I then filtered off the precipitate, and dried it on a hotplate at around 50 deg C. Interestingly a small amount of ammonia seems to have volatilised at this point, but I'm not sure if it was from ammonium in the crystal structure of the copper-ammonium citrate, or from excess ammonia which had dissolved into the ethanol etc.

The final product was about 15.45 g of a copper ammonium citrate which looked like a slightly lighter version of copper hydroxide.

20230818_031553.jpg - 2MB 20230818_031658.jpg - 2.6MB

The product is water-soluble, with no signs of any precipitation after about 5 minutes. The colour of the solution reminds me of copper gluconate; which makes sense as both citric acid and gluconic acid coordinate to metals via -COO and -OH groups.

20230818_031844.jpg - 2.3MB

Additionally, at least some of the ammonia present in the copper-ammonium citrate is present as the protonated ammonium form. When I added some potassium hydroxide to the solution above, it became a much darker blue typical of the copper-ammonia complex. The stoichiometry of the product is unclear due to the losses of ammonia during the precipitation and drying process, but I intend to estimate the amount of copper in the compound by precipitating it as cupric oxide.

In the future, I might do the ammonium citrates of manganese, nickel and cobalt. The only challenge is that I'm not sure if a metal carbonate will work as well as the metal hydroxide. An initial attempt using ammonium bicarbonate instead of aqueous ammonia to prepare the initial ammonium dihydrogen citrate resulted in green-blue precipitate that didn't dissolve even when aqueous ammonia was added. It might be the case that some bicarbonate ions remained in solution and precipitated a copper carbonate compound. Unfortunately, some metal hydroxides are very difficult to prepare dry/pure due to oxidation (Mn(OH)2 is an example of this, not sure about nickel or cobalt) so I'll have to try and use the carbonate for such metals.

[Edited on 19-8-2023 by KoiosPhoebus]

[Edited on 19-8-2023 by KoiosPhoebus]

[Edited on 20-8-2023 by KoiosPhoebus]
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[*] posted on 19-8-2023 at 12:44

I recently opened this thread on the Forum, it would be a good idea to merge it with yours, so that it is not here twice...It is then unnecessary and uncluttered, when one topic on the Forum is duplicated...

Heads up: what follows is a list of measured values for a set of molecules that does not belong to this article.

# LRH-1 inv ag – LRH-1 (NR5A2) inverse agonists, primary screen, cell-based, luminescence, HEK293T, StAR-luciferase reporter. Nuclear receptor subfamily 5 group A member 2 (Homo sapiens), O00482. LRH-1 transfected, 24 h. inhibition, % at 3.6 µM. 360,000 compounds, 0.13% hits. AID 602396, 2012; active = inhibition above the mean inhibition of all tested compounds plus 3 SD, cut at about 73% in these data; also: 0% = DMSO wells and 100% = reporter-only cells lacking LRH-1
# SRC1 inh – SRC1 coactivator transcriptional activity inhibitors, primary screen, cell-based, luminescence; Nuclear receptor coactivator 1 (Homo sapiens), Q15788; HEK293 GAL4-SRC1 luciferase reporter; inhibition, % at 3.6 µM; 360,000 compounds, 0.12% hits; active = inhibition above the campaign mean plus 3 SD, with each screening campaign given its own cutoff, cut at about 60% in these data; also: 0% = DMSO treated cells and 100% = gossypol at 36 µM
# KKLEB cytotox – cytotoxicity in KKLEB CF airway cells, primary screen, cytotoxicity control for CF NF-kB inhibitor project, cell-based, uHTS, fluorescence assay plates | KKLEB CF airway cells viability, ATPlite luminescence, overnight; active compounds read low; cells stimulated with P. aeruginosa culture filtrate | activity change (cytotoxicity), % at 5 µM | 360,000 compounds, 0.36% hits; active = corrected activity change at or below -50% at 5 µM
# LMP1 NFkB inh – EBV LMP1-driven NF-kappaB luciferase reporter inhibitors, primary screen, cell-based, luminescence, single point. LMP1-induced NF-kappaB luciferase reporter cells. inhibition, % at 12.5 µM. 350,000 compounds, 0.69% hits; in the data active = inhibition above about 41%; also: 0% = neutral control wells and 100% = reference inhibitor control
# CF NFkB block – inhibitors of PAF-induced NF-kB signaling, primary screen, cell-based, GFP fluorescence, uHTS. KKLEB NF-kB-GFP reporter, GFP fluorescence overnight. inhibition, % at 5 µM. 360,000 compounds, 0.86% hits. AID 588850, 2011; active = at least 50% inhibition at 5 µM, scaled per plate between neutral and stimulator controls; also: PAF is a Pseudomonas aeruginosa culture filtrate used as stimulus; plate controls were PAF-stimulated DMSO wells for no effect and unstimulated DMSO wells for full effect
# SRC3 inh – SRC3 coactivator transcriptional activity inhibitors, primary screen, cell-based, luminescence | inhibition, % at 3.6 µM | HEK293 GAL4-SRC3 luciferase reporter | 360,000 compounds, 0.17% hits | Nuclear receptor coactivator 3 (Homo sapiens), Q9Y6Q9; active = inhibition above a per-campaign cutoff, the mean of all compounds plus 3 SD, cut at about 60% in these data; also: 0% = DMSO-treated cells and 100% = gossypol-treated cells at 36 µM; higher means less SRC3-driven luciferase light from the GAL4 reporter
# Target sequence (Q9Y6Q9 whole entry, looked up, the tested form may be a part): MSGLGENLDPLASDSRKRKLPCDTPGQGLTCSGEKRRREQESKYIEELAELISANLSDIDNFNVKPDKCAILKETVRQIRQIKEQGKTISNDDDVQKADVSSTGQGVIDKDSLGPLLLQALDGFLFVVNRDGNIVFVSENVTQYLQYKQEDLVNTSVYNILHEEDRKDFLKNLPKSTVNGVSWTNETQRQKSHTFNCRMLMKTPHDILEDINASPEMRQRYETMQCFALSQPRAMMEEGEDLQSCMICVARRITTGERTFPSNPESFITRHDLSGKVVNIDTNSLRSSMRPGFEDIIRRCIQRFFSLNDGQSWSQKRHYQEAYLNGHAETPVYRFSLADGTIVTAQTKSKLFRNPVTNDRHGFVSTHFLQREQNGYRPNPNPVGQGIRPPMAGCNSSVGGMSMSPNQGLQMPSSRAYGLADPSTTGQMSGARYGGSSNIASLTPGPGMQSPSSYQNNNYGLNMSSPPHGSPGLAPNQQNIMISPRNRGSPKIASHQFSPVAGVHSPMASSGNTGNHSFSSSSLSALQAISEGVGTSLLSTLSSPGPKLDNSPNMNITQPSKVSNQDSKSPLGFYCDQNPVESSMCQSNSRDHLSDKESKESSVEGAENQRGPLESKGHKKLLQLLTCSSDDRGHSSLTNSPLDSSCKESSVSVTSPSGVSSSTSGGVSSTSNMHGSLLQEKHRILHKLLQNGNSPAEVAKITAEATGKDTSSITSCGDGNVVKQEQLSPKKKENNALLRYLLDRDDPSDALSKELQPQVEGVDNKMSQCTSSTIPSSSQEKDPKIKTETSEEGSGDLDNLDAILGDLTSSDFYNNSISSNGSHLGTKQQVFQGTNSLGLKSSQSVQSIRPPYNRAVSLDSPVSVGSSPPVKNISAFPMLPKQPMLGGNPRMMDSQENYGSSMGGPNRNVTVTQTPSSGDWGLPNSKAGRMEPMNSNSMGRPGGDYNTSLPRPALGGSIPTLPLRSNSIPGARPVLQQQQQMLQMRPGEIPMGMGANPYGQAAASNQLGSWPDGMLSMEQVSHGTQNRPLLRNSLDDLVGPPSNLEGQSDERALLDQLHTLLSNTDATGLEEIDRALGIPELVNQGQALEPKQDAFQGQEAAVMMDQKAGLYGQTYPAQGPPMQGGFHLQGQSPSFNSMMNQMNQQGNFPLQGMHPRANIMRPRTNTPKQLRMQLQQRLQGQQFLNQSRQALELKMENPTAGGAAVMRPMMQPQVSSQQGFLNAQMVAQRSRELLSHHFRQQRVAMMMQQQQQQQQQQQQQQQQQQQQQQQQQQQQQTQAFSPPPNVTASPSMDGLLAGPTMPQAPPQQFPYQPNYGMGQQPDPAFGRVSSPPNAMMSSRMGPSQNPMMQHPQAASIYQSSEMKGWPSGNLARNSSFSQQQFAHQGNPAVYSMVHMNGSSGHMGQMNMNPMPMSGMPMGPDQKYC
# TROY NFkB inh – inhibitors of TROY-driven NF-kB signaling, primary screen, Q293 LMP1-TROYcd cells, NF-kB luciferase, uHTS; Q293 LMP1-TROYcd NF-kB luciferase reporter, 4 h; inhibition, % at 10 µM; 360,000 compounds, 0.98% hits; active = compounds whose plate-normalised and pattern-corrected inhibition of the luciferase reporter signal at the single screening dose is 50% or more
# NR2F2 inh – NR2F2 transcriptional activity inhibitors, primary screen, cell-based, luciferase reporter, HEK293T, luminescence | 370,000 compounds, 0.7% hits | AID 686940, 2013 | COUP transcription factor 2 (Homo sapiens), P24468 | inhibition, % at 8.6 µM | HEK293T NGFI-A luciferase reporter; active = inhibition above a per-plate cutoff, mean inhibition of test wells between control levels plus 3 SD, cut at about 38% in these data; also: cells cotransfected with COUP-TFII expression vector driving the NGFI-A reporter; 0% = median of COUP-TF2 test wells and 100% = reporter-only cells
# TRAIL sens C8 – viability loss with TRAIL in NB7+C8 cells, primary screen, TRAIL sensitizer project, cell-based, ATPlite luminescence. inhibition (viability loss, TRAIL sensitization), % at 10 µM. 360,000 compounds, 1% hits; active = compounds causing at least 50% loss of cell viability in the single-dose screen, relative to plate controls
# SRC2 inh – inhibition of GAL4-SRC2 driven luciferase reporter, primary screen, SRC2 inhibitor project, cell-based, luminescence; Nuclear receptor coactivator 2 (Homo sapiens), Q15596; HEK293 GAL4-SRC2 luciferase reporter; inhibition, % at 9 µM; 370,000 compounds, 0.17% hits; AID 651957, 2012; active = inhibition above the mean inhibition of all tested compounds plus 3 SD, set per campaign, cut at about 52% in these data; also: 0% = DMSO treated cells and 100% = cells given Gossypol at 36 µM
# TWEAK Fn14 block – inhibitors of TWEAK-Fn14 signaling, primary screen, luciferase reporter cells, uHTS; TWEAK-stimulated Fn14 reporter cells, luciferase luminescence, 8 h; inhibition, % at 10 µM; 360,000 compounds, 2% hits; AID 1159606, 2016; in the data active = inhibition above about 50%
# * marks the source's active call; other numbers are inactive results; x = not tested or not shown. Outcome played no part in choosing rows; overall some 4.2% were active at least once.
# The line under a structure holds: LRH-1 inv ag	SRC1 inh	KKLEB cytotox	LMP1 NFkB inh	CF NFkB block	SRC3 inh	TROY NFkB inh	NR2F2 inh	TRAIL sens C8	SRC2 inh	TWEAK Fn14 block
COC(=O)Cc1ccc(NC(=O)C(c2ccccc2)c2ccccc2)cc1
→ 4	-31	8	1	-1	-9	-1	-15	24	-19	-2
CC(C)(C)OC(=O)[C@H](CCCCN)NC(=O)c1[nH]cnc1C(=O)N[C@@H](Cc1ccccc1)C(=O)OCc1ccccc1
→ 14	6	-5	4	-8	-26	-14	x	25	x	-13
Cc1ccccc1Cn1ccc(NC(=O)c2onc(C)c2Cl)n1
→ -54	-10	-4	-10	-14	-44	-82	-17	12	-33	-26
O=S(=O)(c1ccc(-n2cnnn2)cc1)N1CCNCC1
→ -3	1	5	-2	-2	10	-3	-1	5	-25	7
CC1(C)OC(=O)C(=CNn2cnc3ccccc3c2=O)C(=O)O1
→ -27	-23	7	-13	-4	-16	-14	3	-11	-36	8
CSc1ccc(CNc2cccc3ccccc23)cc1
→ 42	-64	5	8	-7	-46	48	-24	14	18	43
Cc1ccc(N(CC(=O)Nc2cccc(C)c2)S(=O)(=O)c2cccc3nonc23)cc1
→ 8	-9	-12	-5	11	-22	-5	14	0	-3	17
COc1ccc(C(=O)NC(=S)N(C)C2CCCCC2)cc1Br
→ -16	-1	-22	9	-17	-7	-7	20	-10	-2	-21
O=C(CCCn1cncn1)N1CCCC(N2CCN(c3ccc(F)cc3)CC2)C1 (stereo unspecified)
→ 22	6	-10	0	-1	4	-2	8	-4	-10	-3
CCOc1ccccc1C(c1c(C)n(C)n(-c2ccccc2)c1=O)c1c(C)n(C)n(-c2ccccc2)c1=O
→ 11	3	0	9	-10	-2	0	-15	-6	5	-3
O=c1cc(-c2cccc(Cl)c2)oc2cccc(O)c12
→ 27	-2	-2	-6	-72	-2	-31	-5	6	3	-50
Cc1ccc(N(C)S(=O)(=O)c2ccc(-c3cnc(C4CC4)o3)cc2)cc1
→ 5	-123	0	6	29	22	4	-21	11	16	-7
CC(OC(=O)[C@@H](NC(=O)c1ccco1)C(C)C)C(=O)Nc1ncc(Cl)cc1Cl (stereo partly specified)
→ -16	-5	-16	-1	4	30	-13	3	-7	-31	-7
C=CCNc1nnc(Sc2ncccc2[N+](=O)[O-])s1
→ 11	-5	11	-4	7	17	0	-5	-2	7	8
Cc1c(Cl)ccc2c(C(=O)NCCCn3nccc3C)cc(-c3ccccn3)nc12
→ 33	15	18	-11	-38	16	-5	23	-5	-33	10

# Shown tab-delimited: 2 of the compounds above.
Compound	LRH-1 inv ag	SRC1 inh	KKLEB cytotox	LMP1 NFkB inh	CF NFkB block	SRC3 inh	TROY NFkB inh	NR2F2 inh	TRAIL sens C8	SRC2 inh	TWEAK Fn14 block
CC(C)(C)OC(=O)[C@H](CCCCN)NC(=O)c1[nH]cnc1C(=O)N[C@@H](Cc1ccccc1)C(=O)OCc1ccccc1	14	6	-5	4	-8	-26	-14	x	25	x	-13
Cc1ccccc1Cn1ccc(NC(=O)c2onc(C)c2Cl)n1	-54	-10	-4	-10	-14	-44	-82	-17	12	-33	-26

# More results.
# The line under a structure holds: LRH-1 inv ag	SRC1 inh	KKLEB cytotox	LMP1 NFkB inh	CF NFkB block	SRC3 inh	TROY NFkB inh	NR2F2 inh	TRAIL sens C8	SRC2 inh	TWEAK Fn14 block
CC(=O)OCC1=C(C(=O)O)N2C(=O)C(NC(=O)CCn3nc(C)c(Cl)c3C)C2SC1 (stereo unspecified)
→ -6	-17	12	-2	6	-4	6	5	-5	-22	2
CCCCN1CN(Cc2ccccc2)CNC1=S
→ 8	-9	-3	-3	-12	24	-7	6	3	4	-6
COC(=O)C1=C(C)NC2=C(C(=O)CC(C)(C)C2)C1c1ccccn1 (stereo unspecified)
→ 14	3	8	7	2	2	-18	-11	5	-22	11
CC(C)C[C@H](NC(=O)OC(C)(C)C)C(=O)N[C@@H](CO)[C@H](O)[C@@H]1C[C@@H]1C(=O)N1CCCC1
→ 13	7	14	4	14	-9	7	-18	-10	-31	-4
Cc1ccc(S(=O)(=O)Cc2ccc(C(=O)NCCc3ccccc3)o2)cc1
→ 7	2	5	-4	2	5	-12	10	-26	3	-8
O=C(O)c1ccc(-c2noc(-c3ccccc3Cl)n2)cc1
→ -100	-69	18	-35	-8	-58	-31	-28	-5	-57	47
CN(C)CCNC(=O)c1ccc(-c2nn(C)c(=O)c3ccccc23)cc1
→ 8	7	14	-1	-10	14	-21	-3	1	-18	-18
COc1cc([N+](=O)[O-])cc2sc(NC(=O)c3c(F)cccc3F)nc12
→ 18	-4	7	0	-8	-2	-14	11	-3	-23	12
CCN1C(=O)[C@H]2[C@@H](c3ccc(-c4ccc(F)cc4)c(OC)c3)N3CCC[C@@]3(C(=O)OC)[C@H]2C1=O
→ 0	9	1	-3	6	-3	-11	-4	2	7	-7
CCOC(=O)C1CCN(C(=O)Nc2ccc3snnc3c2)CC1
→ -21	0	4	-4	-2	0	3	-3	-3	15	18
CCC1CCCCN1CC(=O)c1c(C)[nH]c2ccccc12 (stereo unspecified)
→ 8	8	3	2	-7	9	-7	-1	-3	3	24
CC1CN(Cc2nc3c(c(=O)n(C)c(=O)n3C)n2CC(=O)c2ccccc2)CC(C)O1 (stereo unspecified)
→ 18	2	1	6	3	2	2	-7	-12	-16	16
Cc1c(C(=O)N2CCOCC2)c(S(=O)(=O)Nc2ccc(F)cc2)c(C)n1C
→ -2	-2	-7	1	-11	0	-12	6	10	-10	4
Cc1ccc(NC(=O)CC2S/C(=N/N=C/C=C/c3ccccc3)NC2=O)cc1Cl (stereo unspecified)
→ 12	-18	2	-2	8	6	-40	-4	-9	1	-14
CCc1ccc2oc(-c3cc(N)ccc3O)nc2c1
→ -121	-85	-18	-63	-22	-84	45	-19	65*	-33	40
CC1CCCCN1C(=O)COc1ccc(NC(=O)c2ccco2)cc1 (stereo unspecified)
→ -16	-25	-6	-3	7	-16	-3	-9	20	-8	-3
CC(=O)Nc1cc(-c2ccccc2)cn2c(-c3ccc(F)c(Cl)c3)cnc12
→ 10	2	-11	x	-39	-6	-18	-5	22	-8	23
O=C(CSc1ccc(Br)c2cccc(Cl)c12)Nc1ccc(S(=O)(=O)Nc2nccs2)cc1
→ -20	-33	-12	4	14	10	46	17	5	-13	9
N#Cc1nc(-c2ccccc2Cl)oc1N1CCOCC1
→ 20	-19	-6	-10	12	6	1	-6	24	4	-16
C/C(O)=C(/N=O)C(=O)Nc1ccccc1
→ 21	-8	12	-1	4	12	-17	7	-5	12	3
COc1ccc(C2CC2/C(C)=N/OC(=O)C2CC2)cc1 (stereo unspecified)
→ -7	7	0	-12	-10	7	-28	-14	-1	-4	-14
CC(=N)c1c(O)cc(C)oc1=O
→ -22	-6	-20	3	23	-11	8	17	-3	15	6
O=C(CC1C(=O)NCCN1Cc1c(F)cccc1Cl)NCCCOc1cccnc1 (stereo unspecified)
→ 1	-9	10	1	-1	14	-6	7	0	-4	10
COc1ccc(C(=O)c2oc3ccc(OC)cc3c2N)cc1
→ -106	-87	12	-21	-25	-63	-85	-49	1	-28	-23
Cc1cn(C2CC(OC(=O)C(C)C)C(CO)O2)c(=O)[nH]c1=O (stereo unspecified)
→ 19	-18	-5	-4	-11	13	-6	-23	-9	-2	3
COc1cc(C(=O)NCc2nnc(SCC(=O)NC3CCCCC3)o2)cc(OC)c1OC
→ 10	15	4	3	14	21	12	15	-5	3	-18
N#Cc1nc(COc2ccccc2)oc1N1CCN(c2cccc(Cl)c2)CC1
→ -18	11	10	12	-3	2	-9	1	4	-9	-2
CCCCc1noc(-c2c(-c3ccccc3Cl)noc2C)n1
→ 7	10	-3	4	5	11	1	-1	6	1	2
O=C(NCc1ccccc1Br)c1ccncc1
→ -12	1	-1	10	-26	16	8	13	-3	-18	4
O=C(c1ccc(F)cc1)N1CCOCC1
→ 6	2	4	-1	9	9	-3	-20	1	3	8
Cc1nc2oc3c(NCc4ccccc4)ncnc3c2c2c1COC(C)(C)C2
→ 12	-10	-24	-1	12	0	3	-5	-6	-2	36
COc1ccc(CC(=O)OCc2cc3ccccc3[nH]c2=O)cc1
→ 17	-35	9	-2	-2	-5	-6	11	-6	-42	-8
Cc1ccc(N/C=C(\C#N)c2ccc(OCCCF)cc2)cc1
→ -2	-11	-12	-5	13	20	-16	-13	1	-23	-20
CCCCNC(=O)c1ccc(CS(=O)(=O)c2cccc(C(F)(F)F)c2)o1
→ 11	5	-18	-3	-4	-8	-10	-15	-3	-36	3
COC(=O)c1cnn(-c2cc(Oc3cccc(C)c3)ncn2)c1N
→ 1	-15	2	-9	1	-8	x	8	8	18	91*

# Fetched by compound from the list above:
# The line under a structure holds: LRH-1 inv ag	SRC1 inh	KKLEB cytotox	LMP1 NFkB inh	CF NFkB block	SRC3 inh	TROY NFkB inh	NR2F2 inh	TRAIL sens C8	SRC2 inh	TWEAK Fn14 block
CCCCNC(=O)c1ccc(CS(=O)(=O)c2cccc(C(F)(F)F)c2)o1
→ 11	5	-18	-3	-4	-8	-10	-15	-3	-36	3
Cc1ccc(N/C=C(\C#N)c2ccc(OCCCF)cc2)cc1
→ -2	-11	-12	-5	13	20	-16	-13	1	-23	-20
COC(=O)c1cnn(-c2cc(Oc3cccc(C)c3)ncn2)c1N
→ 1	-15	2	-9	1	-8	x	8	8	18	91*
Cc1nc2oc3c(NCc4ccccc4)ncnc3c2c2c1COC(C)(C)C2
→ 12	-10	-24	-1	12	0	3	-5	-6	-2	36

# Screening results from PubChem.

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[*] posted on 13-9-2023 at 22:30
Synthesis of ferrous ammonium citrate

The next soluble metal citrate I attempted to prepare was iron(II) ammonium citrate. Upon some research, I found the compound sodium ferrous citrate, so I decided to use a 1:2 ratio of iron to citrate, similar to sodium ferrous citrate (plus 4 ammonium cations to balance the charge on the complex). Ferrous citrate (Fe3(Citrate)2) is prone to oxidation in air, so I thought the slight acidity contributed by the ammonium ions would help keep it air-stable (similar to ferrous ammonium sulphate).

To minimise oxidation, I boiled about 200 mL of water to remove as much oxygen as possible. When the water cooled to about 90 deg C, I added 19.4 g of citric acid (~0.1 mol) and stirred until it fully dissolved. The magnetic stir bar was then removed and 2.85 g of fine mesh iron powder (~ 0.05 mol) was added. A large amount of bubbling occurred as the metallic iron reduced the H+ to H2. After some time to allow the hydrogen gas to displace oxygen from the flask, I sealed the flask with a cap to prevent oxygen from entering and oxidising the iron(II) ions.

Fe + 2 HOC(COOH)(CH2COOH)2 = Fe(HOC(COO)(CH2COOH)2)2 + H2

I left the solution to react for about a day; when I came back, it had a dirty-green-yellow appearance:

20230902_222036.jpg - 2.2MB

There was some residual black powder at the bottom of the flask; however, it did not respond to any magnets I placed near it and so it's probably carbon impurities and I assumed the reaction completed.

I then added 18.5 mL of 20% aqueous ammonia (~0.2 mol) to deprotonate the dihydrogen citrate and form ferrous ammonium citrate:

Fe(HOC(COO)(CH2COOH)2)2 + 4 NH3 = Fe(NH4)4(HOC(COO)(CH2COO)2)2

This caused the solution to change from yellow-green to a dark yellowish brown:

20230902_222154.jpg - 2.1MB

This surprised me, and I was worried that the iron had been oxidised. However, when I pipetted a small amount of the solution into a concentrated solution of sodium hydroxide, the precipitate formed was green (before gradually becoming a red-orange), which suggests to me that the iron in the complex is still in its +2 oxidation state:

20230902_222809.jpg - 2.2MB